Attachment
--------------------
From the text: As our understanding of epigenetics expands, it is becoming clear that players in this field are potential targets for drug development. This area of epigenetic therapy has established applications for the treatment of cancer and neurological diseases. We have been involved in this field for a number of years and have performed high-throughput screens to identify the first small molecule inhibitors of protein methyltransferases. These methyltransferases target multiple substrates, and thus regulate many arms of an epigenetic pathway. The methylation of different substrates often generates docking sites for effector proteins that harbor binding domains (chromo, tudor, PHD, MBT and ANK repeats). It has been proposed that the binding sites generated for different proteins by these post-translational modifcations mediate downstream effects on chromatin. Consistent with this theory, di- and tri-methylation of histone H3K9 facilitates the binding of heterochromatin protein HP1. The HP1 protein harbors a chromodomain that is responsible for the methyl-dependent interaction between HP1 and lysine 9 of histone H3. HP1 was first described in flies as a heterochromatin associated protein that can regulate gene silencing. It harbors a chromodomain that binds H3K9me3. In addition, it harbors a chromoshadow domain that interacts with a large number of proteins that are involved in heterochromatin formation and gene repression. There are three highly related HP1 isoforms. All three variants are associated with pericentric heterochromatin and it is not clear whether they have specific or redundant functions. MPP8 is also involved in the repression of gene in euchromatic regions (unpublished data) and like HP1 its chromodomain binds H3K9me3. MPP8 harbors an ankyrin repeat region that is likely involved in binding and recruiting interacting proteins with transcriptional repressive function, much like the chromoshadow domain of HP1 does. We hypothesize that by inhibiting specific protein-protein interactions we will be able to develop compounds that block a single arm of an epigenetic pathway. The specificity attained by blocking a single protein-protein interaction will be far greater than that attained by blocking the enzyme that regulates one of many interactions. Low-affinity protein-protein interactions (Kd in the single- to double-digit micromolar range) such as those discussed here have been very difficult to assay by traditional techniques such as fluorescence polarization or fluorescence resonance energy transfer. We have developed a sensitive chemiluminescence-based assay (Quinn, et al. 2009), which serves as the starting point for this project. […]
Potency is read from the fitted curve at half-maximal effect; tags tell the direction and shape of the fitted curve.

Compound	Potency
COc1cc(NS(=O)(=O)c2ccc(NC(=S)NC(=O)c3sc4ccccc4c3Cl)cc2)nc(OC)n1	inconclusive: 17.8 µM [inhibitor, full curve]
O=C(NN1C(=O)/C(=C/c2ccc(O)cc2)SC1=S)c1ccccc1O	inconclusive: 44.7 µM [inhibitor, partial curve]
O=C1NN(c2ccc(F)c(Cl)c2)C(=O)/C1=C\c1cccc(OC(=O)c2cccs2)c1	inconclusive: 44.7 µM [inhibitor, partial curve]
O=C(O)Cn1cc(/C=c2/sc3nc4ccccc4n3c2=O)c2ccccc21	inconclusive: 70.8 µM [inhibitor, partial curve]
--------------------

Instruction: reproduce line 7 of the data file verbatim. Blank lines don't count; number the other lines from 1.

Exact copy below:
O=C(O)Cn1cc(/C=c2/sc3nc4ccccc4n3c2=O)c2ccccc21	inconclusive: 70.8 µM [inhibitor, partial curve]